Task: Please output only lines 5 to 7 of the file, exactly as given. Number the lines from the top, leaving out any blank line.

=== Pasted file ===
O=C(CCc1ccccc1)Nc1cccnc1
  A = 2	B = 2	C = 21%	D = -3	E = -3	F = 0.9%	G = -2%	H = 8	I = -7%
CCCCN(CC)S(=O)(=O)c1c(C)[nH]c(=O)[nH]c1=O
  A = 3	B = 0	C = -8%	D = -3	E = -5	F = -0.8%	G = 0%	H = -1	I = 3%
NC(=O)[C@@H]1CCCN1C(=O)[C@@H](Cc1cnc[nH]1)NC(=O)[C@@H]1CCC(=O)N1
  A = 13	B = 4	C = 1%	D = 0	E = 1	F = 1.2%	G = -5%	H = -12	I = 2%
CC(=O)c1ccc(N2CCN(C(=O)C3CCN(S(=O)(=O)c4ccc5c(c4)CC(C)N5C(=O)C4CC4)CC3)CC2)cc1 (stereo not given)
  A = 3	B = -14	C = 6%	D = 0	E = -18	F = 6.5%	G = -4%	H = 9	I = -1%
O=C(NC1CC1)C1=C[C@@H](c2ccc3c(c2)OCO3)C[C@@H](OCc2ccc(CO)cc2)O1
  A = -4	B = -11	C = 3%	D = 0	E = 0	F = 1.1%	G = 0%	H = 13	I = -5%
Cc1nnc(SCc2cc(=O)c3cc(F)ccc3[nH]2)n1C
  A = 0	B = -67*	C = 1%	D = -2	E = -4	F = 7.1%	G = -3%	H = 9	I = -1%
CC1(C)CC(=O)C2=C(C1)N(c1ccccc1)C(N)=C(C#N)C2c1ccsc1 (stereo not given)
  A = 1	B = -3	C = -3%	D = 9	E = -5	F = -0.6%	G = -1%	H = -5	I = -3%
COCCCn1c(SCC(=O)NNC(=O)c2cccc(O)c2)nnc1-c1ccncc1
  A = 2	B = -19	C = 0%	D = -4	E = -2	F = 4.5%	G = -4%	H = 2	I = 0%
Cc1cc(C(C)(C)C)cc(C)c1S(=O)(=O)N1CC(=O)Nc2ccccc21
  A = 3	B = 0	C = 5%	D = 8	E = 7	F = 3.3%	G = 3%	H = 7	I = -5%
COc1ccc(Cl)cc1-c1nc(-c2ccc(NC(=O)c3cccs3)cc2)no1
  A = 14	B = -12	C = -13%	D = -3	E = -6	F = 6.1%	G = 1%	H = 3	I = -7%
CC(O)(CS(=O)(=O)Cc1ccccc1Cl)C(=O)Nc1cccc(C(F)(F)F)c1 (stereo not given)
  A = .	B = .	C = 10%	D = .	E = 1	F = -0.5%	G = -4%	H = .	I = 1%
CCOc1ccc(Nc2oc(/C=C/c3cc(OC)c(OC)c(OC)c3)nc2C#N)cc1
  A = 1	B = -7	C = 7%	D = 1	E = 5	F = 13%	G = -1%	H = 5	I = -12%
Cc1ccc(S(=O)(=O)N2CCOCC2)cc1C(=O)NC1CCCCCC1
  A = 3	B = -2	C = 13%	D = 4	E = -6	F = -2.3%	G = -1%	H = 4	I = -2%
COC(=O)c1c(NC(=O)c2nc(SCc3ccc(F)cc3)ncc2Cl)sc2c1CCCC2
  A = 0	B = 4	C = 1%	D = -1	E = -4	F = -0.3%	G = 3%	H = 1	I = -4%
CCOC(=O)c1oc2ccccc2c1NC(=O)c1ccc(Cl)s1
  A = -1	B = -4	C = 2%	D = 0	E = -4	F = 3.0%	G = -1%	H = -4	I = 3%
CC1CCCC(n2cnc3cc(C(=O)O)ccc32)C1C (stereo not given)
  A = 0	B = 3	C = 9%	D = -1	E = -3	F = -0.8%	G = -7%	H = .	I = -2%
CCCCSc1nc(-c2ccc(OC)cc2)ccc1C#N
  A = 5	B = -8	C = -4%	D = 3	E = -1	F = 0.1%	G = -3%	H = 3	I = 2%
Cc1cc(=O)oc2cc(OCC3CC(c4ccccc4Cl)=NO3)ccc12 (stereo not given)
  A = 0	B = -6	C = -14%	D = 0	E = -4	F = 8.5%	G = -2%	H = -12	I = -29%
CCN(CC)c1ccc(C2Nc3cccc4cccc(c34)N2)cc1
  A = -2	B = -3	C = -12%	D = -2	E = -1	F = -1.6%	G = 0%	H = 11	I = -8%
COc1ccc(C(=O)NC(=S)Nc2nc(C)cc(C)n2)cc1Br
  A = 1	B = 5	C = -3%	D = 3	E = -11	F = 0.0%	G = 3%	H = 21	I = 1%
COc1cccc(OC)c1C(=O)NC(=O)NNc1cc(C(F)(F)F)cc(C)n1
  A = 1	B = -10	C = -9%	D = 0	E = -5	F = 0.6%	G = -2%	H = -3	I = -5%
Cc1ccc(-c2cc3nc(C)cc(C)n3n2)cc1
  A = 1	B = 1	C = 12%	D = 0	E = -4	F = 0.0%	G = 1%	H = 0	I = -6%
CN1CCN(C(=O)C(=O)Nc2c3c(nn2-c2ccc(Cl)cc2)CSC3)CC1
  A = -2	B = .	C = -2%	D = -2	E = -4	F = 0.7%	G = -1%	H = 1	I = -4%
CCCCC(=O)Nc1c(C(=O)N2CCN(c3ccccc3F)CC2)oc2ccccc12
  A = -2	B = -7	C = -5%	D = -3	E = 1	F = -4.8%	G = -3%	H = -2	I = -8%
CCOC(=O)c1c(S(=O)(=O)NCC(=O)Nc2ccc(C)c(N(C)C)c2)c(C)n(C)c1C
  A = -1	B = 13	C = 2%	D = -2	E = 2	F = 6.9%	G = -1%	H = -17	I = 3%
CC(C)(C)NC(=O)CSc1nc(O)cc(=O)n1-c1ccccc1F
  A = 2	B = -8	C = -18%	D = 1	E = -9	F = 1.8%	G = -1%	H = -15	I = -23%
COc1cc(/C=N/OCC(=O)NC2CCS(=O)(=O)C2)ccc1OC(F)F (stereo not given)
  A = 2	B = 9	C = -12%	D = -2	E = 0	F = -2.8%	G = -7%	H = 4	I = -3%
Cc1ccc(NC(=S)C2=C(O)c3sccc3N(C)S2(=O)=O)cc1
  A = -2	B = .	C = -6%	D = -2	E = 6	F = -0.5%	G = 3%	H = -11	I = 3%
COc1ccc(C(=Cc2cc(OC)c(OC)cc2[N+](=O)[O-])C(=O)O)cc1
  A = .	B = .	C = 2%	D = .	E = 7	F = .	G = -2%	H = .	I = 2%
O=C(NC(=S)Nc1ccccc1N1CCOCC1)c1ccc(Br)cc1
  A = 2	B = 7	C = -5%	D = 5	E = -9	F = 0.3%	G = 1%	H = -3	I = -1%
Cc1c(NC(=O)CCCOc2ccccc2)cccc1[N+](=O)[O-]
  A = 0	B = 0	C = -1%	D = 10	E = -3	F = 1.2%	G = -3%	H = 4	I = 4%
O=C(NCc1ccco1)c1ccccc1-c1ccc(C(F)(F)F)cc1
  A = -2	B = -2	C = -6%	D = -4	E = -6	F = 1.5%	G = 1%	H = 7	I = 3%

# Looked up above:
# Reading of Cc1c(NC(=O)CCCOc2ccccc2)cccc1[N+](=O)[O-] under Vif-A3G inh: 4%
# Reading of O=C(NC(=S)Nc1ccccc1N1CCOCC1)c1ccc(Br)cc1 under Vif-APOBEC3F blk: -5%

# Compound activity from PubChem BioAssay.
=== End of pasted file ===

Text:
NC(=O)[C@@H]1CCCN1C(=O)[C@@H](Cc1cnc[nH]1)NC(=O)[C@@H]1CCC(=O)N1
  A = 13	B = 4	C = 1%	D = 0	E = 1	F = 1.2%	G = -5%	H = -12	I = 2%
CC(=O)c1ccc(N2CCN(C(=O)C3CCN(S(=O)(=O)c4ccc5c(c4)CC(C)N5C(=O)C4CC4)CC3)CC2)cc1 (stereo not given)